What started out at the turn of the millennium as a social networking tool to reconnect former classmates and work colleagues has quickly became a reality of every-day life. Now, social media could be transforming into a life-saving communications tool.
Similar to the way a geographical community comes together to help others in times of trouble, social media communities have made the news for doing the same thing. Whether it was the devastating earthquakes that shook Nepal late last April, the terror attacks in Paris, France, in November, or the floods in Chennai, India, in December, Skype made all domestic and international calls to landlines and mobile phones into and out of affected areas free of charge for a limited time. According to Skype,
“Since no one knows the full extent of the devastation [in Nepal], we want to help provide people with alternative methods of communication to reach friends and family in the region during this difficult time.”
Facebook developed Safety Check to make it easy for users to let family and friends know they are safe during a disaster, such as the Paris attacks. If Facebook’s algorithms indicate you may be near a natural disaster or emergency zone, the app will ask you if you’re safe. You can tap on “I’m Safe” or “I’m not in the area” to immediately alert all of your Facebook friends.
As the CBC reported, 4.1 million people used Safety Check to reach more than 360 million family and friends within the first 24 hours after the Paris attacks.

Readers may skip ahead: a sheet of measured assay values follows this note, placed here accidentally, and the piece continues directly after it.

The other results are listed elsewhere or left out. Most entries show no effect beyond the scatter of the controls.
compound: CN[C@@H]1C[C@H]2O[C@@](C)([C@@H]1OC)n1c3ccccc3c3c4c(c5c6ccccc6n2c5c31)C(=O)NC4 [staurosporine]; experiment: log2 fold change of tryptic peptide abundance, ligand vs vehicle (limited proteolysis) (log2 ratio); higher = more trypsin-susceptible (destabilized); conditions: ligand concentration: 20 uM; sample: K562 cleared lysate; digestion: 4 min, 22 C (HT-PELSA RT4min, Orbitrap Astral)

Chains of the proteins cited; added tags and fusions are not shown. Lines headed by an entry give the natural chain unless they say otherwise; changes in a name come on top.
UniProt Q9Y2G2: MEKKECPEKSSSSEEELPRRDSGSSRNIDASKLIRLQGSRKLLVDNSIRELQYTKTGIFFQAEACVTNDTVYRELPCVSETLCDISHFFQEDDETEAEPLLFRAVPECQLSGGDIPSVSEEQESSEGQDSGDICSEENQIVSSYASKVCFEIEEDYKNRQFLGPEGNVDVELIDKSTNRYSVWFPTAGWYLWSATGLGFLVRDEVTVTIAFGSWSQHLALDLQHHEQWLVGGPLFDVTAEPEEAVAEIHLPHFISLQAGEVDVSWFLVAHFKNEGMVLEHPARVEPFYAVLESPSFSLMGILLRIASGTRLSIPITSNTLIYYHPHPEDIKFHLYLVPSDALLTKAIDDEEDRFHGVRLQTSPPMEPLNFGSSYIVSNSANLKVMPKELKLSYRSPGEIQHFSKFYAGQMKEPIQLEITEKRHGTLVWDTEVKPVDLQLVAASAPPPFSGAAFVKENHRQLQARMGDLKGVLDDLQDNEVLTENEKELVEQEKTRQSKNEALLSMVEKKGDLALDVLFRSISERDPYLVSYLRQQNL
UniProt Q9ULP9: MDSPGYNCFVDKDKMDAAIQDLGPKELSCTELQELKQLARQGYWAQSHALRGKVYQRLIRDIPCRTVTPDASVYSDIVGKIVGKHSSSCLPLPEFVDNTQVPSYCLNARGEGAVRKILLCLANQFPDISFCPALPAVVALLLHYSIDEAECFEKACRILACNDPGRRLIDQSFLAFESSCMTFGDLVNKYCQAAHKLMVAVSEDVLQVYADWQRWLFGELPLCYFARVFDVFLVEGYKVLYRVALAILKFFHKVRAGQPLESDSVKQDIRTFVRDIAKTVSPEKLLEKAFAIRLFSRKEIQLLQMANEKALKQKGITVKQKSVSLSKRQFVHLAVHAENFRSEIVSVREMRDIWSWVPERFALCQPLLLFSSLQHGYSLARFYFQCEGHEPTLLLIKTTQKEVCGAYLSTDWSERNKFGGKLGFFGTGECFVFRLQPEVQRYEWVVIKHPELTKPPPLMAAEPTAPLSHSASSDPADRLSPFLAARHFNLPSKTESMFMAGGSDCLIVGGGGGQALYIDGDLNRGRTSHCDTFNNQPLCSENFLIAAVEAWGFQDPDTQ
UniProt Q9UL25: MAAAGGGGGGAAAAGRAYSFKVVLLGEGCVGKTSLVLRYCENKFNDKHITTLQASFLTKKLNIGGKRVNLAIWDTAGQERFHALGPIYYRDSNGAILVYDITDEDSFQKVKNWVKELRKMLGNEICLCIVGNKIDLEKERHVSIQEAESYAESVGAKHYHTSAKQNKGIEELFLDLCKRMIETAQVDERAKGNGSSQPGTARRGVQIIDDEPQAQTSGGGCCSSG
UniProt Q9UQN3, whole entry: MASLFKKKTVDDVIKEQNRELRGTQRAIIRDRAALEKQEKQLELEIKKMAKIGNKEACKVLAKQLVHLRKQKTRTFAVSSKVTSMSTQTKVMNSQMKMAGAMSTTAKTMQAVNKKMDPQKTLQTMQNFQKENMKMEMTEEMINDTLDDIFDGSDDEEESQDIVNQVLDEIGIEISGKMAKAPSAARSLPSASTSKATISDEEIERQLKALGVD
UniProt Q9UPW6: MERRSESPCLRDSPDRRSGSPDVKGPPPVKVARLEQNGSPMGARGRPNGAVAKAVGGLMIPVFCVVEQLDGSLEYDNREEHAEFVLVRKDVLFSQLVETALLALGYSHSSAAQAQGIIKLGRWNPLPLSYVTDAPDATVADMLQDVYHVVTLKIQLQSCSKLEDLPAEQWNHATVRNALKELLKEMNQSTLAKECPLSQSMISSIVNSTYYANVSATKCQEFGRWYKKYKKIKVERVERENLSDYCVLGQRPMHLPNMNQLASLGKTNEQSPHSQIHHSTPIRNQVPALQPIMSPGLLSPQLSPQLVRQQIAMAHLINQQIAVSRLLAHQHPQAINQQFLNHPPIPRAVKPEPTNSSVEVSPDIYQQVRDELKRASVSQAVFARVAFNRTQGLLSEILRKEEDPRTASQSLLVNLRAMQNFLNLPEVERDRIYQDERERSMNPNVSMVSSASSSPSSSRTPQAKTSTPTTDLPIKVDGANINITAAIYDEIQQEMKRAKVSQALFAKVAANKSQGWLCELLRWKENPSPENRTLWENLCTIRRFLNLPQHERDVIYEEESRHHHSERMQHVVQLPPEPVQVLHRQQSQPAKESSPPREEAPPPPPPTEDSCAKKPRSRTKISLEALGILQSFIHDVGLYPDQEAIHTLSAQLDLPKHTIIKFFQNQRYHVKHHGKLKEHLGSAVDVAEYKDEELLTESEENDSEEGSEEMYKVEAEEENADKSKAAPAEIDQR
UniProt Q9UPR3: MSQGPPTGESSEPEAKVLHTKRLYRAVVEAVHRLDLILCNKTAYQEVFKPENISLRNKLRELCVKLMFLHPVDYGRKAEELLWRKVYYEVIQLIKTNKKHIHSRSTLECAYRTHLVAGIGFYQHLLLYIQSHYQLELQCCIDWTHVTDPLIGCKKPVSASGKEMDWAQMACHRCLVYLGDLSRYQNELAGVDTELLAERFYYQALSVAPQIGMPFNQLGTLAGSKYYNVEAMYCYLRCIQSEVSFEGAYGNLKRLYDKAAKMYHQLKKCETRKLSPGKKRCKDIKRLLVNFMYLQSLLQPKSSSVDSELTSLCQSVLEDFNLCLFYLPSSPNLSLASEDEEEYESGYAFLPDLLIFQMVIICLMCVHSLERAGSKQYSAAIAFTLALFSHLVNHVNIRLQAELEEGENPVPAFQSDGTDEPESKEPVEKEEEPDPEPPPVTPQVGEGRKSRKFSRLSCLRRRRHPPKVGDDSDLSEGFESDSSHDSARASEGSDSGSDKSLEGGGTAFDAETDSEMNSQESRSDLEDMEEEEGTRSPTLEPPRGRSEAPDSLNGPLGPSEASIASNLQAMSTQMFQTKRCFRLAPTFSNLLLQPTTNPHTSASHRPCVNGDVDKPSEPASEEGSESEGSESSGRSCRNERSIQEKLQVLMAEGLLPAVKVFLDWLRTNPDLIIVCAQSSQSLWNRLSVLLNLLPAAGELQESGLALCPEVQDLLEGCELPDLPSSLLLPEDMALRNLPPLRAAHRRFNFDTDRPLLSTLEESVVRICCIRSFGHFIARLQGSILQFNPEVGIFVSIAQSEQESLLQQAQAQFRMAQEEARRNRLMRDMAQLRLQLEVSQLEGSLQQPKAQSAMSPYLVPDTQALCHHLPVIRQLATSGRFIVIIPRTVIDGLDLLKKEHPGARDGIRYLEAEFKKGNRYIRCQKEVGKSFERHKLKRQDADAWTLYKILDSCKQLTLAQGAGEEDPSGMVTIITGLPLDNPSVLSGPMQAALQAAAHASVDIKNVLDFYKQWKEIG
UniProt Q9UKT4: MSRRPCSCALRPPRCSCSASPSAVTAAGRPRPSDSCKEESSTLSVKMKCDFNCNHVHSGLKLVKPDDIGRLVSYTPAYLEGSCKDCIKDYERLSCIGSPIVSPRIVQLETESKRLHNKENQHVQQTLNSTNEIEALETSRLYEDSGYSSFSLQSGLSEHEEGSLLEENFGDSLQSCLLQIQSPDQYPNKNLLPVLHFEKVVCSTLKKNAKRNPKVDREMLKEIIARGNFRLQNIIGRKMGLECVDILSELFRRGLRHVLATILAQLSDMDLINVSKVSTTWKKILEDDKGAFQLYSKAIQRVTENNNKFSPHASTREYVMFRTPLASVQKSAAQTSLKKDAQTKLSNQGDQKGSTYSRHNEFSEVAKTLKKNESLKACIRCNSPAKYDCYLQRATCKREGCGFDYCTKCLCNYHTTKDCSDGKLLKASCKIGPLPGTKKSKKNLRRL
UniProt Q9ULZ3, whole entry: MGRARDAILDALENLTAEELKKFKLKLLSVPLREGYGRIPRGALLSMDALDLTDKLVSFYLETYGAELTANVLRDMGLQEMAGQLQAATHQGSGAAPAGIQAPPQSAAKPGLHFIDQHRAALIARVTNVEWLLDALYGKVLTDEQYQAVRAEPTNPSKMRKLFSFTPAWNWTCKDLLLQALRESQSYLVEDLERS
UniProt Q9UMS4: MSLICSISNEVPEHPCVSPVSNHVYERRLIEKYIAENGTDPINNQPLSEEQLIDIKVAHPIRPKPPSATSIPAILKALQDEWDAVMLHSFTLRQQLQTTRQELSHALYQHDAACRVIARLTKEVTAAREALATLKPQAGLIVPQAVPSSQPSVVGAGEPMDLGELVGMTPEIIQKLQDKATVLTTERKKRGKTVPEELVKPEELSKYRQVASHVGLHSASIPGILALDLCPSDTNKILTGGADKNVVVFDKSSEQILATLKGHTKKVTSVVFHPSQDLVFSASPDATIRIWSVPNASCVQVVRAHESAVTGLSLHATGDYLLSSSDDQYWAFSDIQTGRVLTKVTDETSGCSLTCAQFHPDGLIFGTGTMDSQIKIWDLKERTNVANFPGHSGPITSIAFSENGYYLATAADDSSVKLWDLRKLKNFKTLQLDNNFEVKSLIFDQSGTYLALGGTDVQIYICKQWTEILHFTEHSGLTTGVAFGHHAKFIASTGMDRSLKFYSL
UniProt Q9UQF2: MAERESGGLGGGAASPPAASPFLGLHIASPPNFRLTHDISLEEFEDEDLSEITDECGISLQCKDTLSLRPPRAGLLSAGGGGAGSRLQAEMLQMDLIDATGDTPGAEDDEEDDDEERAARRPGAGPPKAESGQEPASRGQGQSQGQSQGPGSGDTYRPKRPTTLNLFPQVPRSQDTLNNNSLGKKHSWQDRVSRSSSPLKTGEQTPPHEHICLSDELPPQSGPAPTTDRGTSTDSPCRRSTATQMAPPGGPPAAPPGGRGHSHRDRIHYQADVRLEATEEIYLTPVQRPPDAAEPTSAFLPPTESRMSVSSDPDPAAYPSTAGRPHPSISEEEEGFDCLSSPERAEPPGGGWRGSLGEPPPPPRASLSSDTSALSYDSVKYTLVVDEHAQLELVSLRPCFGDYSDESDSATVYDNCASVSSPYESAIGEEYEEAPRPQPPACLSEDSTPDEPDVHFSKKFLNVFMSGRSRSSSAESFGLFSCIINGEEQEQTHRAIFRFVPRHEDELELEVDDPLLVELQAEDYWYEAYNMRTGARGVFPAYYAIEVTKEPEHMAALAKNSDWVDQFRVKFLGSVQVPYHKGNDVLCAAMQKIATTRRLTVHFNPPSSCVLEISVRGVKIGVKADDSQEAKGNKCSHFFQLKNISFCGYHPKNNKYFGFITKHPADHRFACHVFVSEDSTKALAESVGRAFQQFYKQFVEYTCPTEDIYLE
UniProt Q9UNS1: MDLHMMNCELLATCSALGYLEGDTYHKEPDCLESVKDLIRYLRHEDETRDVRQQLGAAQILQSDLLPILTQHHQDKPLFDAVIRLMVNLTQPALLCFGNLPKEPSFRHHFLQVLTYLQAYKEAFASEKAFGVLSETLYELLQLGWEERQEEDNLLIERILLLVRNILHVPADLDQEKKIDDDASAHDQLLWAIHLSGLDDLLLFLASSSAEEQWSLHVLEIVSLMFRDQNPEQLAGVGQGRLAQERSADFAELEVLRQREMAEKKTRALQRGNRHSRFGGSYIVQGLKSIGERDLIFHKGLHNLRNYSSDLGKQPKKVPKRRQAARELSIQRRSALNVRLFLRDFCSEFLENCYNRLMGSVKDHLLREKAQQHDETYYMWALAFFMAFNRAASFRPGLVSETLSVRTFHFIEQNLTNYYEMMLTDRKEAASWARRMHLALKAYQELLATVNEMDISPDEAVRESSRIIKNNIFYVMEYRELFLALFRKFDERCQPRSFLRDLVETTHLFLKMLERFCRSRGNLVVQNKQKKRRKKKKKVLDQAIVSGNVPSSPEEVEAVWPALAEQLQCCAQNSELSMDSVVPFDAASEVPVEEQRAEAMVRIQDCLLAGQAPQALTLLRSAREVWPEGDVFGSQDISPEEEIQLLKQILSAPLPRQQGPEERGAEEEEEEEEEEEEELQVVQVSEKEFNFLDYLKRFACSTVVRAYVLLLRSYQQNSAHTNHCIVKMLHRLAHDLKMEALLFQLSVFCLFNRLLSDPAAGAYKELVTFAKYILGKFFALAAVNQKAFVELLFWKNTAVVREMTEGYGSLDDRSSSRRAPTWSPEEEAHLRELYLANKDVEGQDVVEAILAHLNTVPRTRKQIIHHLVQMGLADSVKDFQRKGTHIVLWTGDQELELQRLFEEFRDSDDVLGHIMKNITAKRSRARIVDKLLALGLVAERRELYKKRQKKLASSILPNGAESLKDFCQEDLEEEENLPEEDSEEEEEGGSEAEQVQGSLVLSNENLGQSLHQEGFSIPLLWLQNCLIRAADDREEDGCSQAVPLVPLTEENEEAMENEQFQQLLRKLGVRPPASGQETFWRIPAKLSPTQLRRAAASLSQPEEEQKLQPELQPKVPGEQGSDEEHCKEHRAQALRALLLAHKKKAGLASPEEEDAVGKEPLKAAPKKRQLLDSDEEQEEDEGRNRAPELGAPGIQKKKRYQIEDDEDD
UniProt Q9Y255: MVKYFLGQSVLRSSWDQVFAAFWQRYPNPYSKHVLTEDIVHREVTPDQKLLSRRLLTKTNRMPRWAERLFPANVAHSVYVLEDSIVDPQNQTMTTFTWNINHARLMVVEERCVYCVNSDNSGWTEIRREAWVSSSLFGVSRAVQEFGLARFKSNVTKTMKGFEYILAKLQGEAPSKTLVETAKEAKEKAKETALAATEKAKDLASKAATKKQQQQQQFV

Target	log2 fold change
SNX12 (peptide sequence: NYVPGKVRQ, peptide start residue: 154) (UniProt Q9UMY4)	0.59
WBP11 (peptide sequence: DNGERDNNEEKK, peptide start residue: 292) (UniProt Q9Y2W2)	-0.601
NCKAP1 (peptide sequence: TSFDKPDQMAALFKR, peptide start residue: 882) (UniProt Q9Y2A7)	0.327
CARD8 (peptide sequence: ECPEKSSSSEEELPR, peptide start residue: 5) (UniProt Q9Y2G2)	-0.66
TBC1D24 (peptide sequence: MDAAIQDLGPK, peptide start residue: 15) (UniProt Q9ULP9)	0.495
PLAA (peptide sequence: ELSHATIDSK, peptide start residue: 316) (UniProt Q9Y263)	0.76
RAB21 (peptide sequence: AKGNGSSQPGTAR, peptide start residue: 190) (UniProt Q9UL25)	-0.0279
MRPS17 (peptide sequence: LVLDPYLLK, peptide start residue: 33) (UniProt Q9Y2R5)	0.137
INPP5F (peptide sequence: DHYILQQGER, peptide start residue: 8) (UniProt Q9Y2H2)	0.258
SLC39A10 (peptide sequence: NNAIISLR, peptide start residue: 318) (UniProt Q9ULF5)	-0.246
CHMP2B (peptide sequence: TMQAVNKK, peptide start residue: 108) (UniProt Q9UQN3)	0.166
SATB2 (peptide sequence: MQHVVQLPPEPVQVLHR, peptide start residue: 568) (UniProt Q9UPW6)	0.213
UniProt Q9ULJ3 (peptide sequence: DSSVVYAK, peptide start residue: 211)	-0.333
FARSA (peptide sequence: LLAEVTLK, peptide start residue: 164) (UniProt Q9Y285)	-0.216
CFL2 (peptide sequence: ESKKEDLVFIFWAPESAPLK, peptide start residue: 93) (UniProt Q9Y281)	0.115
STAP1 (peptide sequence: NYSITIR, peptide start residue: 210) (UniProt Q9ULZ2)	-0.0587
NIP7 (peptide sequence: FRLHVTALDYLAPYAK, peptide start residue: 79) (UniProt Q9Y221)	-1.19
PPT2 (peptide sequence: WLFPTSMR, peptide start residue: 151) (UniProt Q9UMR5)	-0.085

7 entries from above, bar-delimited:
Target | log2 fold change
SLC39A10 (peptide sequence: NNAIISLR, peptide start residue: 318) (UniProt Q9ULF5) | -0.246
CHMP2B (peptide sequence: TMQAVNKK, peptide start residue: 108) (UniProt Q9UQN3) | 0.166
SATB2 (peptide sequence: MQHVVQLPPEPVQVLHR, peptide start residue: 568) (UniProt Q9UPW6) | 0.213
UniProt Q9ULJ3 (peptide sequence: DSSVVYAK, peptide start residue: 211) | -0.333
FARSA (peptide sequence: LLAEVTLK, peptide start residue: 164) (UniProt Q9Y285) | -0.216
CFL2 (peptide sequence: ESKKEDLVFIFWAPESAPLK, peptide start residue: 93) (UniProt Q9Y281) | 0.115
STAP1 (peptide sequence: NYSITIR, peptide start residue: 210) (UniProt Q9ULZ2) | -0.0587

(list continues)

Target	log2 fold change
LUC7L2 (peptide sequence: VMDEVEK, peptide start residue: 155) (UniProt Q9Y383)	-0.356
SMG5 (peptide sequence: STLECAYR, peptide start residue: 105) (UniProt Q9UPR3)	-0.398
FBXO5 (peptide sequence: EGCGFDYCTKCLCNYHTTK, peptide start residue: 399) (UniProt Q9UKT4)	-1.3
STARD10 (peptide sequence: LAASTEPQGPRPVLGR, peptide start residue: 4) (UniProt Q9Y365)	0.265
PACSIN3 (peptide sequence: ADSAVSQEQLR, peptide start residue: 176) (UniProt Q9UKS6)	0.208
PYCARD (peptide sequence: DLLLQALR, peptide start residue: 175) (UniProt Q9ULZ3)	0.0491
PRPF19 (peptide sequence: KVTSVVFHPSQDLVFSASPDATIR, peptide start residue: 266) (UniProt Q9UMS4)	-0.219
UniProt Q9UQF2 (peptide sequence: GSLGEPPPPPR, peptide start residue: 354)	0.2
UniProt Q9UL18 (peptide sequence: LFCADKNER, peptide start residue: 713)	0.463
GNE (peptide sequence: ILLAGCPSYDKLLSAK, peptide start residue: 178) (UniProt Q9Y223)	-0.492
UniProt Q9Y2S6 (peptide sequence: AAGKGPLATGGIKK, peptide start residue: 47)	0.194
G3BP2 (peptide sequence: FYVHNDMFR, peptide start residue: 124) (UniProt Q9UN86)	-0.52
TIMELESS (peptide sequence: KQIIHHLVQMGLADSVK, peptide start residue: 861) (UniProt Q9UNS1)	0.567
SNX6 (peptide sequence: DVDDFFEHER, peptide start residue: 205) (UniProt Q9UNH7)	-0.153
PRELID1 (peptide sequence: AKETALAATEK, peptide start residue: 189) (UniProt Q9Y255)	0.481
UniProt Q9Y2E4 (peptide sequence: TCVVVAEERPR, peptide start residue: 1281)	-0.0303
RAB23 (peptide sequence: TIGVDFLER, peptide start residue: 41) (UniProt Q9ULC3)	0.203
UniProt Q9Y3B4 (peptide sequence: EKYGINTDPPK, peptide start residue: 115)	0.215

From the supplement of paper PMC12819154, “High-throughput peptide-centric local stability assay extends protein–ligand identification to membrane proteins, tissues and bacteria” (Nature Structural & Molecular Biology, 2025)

People used the Twitter hashtags #PorteOuverte and #OpenDoors to tweet safe places to go, including their homes, Sikh temples, and phone numbers for various embassies. For French citizens stranded outside of France while its borders were closed, embassy phone numbers in various countries around the world were also provided on the Twitter page.
The next step in the evolution
Receiving less news coverage is how government agencies are starting to come onto the social media scene — sometimes even before disaster strikes.
The National Public Alerting System (NPAS) is a federal-provincial-territorial system that provides a standard alerting platform across Canada. Authorized government agencies can send emergency alerts through the National Alert Aggregation and Dissemination system, which is just one part of NPAS. Broadcast distributors — radio, television, email, and SMS text services — then rapidly warn the public about tornados and other weather watches and warnings, forest and industrial fires, train derailments, chemical spills, water contamination, and missing people. According to a Public Safety Canada,
“This is an important safety system for Canadians . . . As the system expands to include the participation of cell phone companies, social media web sites and other internet and multimedia distributors, even more Canadians will be alerted to emergencies that could affect their safety.”
Similar to how Safety Check bypasses the traditional Facebook algorithm to send a message out to all of a user’s friends and family, NPAS would warn every social media user in an alert area of a potential danger. This could turn the popularity of social networking into an effective emergency networking system.